The word, sat, in Scripture marks an ending and a beginning. The process of preparation is ended and the established order has begun. It marks the end of creation and the beginning of normal forces. "In six days the Lord made heaven and earth, the sea, and all that in them is, and rested the seventh day." There is no weariness in God. He did not rest from fatigue: what it means is that all creative work was accomplished. The same figure is used of the Redeemer. Of him it is said "when he had made purification for sins (be) sat down on the right hand of the Majesty on high". No other priesthood had sat down. The priests of the Temple ministered standing because their ministry was provisional and preparatory, a parable and a prophecy. Christ’s own ministry was part of the preparation for the coming of the Spirit. Until he ‘sat down" in glory, there could be no dispensation of the Spirit. . . When the work of redemption was complete, the Spirit was given, and when he came he sat. He reigns in the Church as Christ reigns in the heavens.
There are few incidents more illuminating than that recorded in "the last day of the feast" in John 7:37-39. The feast was that of Tabernacles. The feast proper lasted seven days, during which all Israel dwelt in booths. Special sacrifices were offered and special rites observed. Every morning one of the priests brought water from the pool of Siloam, and amidst the sounding of trumpets and other demonstrations of joy, the water was poured upon the altar. The rite was a celebration and a prophecy. It commemorated the miraculous supply of water in the wilderness, and it bore witness to the expectation of the coming of the Spirit. On the seventh day the ceremony of the poured water ceased, but the eighth was a day of holy convocation, the greatest day of all.
On that day there was no water poured upon the altar, and it was on the waterless day that Jesus stood on the spot and cried, saying: "If any man thirst, let him come unto me and drink." Then he added those words: "He that believeth on me, as the scripture has said, from within him shall flow rivers of living water." The apostle adds the interpretative comment: "But this spake he of the Spirit, which they that believe on him were to receive: for the Spirit was not given because Jesus was not yet glorified."
We have considered the meaning of the Spirit’s descent, and pointed out that it was the fulfillment of Divine promise, the accomplishment of Old Testament types, and the beginning of a new dispensation. It was also the Grace of God flowing unto the Gentiles. But first let us observe and admire the marvelous grace of God extended unto the Jews themselves. In his charge to the apostles, the Lord Jesus gave orders that "repentance and remission of sins should be preached in his name among all nations, beginning at Jerusalem" (Luke 24:47), not because the Jews had any longer a covenant standing before God - for the Nation was abandoned by him before the crucifixion—see Matthew 23:38—but in order to display his matchless mercy and sovereign benignity. Accordingly, in the Acts we see his love shining forth in the midst of the rebellious city. In the very place where the Lord Jesus had been slain the full gospel was now preached, and three thousand were quickened by the Holy Spirit.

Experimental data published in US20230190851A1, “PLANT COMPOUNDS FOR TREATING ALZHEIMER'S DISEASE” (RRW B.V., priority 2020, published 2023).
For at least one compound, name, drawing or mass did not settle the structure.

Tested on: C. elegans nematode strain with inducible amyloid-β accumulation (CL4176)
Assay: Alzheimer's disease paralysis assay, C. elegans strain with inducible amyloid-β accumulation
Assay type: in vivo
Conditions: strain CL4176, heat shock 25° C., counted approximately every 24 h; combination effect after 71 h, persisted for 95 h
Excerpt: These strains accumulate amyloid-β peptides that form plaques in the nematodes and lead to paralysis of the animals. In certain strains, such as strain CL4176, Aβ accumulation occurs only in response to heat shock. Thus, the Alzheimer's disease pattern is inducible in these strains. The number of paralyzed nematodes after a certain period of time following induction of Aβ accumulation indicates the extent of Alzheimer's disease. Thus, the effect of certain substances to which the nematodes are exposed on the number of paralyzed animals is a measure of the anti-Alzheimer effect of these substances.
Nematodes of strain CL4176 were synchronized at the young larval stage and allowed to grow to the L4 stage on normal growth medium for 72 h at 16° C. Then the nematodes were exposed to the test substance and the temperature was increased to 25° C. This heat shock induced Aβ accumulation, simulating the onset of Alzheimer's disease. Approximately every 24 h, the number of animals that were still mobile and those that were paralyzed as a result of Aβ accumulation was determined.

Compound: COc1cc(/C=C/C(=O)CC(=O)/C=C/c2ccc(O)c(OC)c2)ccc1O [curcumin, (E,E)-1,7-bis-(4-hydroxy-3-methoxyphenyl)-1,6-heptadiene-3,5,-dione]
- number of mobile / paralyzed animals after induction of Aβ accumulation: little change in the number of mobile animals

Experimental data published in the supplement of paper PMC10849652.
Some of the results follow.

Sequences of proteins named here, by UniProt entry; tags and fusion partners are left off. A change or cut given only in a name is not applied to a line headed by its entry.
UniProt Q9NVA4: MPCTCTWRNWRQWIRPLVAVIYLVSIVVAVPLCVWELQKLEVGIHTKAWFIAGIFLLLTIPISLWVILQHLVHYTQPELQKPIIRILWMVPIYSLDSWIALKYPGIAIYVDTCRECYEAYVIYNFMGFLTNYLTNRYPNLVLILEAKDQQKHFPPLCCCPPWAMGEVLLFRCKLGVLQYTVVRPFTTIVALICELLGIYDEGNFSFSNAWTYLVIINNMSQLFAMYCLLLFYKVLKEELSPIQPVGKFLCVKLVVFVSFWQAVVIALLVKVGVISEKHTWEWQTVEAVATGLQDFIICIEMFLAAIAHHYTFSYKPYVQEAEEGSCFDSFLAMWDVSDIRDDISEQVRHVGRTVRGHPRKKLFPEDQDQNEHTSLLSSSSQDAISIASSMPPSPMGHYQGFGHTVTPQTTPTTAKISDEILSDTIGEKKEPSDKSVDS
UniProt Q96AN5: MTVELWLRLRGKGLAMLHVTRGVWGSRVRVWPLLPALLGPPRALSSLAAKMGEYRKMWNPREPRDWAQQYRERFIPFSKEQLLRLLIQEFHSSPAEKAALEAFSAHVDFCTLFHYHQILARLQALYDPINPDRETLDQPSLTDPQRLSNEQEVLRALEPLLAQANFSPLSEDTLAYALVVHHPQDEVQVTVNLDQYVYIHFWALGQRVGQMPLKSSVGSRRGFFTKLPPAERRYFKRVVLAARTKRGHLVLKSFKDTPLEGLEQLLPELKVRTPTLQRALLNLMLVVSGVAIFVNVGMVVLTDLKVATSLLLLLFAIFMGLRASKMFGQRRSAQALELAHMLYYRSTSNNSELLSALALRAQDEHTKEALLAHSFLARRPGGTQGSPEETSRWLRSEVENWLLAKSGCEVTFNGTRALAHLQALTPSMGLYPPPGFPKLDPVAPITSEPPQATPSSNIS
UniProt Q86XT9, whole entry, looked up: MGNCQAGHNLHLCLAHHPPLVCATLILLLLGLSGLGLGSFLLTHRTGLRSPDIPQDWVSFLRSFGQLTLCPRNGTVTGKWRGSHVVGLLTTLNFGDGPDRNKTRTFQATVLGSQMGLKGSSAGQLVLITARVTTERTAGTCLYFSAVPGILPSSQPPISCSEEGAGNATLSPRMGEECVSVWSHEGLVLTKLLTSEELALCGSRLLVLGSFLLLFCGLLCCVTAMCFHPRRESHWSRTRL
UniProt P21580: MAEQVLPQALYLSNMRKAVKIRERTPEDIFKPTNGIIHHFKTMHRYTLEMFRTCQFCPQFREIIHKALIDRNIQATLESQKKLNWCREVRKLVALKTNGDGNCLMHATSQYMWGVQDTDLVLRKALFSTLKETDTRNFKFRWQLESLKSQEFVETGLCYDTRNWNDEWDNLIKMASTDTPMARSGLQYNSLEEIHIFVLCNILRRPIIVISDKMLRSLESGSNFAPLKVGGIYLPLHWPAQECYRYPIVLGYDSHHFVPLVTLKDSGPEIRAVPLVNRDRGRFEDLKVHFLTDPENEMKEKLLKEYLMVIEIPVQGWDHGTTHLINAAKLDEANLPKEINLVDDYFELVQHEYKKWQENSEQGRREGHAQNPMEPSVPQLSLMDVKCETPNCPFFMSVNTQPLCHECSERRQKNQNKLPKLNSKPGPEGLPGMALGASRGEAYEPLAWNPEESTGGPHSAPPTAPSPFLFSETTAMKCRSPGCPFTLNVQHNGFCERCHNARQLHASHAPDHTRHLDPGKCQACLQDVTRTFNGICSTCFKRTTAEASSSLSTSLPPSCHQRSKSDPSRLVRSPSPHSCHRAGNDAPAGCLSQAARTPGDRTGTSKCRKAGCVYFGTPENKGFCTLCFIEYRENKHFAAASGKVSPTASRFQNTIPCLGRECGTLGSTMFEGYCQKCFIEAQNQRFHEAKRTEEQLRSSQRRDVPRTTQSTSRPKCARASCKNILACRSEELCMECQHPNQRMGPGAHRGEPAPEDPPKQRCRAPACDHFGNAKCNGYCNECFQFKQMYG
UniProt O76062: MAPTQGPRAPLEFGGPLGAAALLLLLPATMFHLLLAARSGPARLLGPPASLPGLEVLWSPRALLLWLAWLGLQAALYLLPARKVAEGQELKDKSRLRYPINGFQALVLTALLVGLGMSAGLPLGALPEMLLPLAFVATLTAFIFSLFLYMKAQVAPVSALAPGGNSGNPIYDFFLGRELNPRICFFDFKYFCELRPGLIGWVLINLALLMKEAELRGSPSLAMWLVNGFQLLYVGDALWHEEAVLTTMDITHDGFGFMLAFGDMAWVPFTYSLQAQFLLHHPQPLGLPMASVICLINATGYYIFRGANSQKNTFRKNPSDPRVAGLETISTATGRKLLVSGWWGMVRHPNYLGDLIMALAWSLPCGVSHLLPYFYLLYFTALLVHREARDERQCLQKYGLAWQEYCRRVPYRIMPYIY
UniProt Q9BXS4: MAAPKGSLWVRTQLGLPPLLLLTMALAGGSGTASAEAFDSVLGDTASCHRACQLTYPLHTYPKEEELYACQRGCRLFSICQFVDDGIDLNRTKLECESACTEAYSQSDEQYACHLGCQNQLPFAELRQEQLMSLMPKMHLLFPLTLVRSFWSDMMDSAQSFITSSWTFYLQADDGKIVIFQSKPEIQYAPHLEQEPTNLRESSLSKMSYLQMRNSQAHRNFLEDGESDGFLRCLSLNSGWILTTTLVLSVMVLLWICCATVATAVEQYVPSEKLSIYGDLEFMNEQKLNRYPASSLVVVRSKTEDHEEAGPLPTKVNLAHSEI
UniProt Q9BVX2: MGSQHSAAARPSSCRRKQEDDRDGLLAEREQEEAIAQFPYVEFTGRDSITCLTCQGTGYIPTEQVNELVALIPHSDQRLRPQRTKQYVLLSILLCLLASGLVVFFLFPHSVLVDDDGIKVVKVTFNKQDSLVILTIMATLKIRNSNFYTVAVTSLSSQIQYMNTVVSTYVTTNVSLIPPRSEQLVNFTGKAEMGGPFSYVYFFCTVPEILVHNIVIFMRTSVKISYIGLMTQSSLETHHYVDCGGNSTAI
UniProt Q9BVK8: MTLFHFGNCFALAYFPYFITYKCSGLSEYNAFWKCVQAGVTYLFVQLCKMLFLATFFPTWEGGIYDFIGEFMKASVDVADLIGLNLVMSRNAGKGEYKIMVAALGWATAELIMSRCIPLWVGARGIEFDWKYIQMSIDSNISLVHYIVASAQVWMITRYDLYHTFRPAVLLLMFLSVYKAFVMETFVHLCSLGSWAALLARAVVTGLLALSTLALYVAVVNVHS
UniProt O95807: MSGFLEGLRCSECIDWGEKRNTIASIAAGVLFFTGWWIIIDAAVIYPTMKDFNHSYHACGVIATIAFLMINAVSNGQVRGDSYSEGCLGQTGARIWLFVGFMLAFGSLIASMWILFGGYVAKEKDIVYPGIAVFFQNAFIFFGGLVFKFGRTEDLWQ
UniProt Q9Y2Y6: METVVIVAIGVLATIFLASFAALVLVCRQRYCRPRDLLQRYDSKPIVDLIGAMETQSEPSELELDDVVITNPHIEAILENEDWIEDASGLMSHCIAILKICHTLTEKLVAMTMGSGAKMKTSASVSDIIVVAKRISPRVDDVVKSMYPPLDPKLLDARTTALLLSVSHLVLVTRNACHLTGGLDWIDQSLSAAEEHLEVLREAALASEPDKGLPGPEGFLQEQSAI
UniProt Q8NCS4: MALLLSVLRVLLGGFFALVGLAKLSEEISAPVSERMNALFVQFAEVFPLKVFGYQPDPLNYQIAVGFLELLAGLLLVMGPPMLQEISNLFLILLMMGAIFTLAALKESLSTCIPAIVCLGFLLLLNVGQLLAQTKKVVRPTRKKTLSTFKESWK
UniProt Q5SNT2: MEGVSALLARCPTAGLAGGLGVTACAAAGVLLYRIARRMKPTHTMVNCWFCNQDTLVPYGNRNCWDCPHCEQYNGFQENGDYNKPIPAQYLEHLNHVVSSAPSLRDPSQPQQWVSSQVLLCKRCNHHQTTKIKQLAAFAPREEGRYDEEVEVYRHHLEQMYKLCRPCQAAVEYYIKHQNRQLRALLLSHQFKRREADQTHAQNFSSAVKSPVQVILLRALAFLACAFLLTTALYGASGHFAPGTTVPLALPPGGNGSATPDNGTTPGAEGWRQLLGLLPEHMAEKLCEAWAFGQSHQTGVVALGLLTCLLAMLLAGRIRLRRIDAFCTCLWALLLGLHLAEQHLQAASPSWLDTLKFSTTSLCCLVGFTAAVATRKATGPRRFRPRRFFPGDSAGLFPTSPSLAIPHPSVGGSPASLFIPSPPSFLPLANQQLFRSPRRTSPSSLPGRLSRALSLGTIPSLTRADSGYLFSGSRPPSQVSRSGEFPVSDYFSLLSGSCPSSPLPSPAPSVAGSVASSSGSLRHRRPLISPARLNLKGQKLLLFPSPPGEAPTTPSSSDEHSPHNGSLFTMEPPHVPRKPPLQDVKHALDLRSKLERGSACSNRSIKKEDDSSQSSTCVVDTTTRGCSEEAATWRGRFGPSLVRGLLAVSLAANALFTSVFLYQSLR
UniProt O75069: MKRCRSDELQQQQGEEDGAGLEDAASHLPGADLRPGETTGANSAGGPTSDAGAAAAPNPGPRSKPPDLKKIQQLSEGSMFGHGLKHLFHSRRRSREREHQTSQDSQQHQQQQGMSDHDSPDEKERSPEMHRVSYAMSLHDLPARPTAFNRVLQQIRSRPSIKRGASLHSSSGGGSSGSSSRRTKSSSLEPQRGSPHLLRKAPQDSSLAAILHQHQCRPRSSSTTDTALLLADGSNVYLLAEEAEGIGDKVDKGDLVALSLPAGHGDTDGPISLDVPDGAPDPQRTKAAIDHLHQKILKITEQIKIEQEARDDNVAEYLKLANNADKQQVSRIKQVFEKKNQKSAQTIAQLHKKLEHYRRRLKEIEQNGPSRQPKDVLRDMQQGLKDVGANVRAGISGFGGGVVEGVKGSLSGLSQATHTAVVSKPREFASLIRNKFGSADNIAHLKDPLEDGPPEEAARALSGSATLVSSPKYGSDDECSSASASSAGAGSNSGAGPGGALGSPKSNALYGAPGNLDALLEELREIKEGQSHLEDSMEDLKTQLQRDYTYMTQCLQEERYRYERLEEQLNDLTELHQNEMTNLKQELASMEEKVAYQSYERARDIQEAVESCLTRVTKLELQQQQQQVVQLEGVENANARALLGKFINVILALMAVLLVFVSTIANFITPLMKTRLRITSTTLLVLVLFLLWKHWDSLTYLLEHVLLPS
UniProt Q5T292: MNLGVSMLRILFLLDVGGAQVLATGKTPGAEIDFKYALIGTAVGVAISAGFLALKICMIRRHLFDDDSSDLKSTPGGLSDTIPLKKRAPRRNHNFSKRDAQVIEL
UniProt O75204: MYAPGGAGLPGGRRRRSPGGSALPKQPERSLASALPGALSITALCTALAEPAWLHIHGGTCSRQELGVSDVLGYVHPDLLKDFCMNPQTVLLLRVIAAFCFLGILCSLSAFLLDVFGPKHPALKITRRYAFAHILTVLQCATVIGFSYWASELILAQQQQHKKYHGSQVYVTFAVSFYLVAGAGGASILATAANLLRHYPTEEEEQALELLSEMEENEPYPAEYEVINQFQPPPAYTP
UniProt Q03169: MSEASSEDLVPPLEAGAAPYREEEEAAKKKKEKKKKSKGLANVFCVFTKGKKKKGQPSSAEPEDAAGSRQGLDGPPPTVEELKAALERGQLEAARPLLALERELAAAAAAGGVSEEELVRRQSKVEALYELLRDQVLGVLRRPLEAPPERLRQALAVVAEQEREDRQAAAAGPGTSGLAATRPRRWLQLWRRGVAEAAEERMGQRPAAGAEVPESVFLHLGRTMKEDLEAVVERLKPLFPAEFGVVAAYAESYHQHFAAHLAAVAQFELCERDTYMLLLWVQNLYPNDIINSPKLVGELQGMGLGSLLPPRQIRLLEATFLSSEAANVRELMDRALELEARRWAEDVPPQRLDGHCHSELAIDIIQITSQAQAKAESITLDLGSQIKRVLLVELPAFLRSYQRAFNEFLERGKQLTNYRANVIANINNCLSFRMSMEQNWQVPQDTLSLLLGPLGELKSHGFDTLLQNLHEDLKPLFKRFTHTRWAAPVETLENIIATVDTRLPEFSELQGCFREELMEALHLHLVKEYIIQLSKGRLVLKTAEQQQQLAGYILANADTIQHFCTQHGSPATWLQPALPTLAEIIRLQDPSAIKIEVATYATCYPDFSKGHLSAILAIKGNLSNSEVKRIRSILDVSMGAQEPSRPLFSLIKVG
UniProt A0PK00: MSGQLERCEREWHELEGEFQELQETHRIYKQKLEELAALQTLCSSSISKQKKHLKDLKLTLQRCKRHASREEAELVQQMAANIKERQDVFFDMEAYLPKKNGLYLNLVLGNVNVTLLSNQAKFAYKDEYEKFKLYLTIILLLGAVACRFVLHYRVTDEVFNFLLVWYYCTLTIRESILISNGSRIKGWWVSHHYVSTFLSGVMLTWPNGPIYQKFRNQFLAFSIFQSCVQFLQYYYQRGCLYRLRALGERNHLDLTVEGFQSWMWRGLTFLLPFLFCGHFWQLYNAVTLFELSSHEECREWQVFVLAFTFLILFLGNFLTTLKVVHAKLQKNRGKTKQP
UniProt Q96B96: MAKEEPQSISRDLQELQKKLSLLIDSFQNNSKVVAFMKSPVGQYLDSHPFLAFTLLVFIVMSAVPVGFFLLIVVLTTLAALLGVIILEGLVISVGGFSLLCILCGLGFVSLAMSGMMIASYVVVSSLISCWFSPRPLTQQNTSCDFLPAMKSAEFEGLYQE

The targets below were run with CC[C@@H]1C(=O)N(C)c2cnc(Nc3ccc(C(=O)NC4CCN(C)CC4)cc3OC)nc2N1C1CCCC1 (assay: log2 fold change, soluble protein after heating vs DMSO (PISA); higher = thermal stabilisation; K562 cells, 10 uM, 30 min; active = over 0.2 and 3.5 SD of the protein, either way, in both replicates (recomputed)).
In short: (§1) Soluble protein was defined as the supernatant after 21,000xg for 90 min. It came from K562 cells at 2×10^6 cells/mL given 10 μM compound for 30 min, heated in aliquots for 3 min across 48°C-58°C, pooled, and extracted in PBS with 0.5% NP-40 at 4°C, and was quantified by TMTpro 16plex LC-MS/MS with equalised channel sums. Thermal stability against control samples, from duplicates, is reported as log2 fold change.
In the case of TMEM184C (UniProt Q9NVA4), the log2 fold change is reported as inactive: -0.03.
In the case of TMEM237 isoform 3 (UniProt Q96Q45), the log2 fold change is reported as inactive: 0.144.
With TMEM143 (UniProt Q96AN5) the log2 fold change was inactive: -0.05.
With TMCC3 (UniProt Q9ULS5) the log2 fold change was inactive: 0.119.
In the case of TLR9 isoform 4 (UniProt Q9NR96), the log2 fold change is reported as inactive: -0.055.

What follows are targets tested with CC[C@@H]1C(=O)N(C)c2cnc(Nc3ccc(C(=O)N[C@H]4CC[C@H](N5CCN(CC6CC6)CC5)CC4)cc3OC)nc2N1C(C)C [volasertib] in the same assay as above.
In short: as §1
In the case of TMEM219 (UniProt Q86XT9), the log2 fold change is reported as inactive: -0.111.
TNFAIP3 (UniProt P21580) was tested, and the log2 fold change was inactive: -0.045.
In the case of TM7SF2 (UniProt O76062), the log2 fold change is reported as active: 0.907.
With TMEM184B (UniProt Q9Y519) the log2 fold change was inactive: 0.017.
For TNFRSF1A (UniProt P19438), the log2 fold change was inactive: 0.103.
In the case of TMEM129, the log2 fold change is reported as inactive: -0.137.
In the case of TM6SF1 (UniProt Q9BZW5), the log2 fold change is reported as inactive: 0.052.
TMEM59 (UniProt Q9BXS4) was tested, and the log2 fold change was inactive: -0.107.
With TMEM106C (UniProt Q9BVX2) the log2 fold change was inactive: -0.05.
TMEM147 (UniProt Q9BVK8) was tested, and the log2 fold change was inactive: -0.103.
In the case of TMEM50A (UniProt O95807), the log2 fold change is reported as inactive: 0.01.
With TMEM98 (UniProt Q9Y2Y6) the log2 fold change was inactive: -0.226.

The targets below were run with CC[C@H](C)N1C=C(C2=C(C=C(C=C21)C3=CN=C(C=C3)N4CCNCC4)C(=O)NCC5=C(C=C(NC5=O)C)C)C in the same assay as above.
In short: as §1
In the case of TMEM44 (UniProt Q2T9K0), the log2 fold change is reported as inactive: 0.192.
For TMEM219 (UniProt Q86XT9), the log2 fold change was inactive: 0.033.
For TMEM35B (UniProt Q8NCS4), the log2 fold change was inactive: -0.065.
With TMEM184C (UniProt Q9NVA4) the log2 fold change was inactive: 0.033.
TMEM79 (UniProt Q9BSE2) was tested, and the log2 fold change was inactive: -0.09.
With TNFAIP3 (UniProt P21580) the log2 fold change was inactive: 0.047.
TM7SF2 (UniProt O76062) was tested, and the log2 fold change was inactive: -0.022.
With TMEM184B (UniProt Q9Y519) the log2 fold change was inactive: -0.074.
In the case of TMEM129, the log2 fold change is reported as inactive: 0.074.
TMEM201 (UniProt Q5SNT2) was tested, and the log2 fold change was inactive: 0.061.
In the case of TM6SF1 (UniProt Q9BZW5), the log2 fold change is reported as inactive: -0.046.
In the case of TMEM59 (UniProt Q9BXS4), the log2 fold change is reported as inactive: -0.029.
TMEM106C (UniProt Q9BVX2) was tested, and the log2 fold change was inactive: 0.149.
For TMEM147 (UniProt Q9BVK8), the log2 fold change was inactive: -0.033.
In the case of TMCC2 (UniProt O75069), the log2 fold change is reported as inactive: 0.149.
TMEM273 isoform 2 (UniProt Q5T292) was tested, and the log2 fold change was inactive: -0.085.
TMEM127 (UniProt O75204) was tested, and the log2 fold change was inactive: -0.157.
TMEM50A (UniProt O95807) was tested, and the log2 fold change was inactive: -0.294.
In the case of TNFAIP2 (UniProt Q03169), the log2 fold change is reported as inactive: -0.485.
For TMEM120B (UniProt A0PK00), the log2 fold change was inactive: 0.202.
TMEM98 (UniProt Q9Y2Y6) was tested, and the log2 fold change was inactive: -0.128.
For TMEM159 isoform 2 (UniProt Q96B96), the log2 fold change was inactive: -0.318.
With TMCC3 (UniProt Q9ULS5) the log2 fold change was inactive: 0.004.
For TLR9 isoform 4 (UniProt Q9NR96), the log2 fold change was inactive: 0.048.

But the gospel was to be restricted to the Jews no longer. Though the apostles were to commence their testimony in Jerusalem, yet Christ’s glorious and all efficacious Name was to be proclaimed "among all nations". The earnest of this was given when "devout men out of every nation under heaven" (Acts 2:5) exclaimed, "How hear we every man in his own tongue?" (v. 8). It was an entirely new thing. What occurred in Acts 2 was a part reversal and in blessed contrast from what is recorded in Genesis 11. There we find "the tongues were divided to destroy an evil unity, and to show God’s holy hatred of Babel’s iniquity. In Acts 2 we have grace at Jerusalem, and a new and precious unity, suggestive of another building (Matthew 16:18), with living stones—contrast the "bricks" of Genesis 11:3 and its tower" (P.W. Heward). In Genesis lithe dividing of tongues was in judgment; in Acts 2 the cloven tongues was in grace; and in Revelation 7:9, 10 we see men of all tongues in glory.
We next consider the purpose of the Spirit’s descent.
1. To witness unto Christ’s exaltation.
Pentecost was God’s seal upon the Messiahship of Jesus. In proof of his pleasure in and acceptance of the sacrificial work of his Son, God raised him from the dead, exalted him to his own right hand, and gave him the Spirit to bestow upon his Church (Acts 2:33). It has been beautifully pointed out by another that, on the hem of the ephod worn by the high priest of Israel were golden bells and pomegranates (Ex. 28:33, 34). The sound of the bells (and that which gave them sound was their tongues) furnished evidence that he was alive while serving in the sanctuary. The high priest was a type of Christ (Heb. 8:1); the holy place was a figure of heaven (Heb. 9:24); the ‘sound from heaven" and the speaking "in tongues" (Acts 2:2, 4) were a witness that our Lord was alive in heaven, ministering there as the High Priest of his people.
2. To take Christ’s place.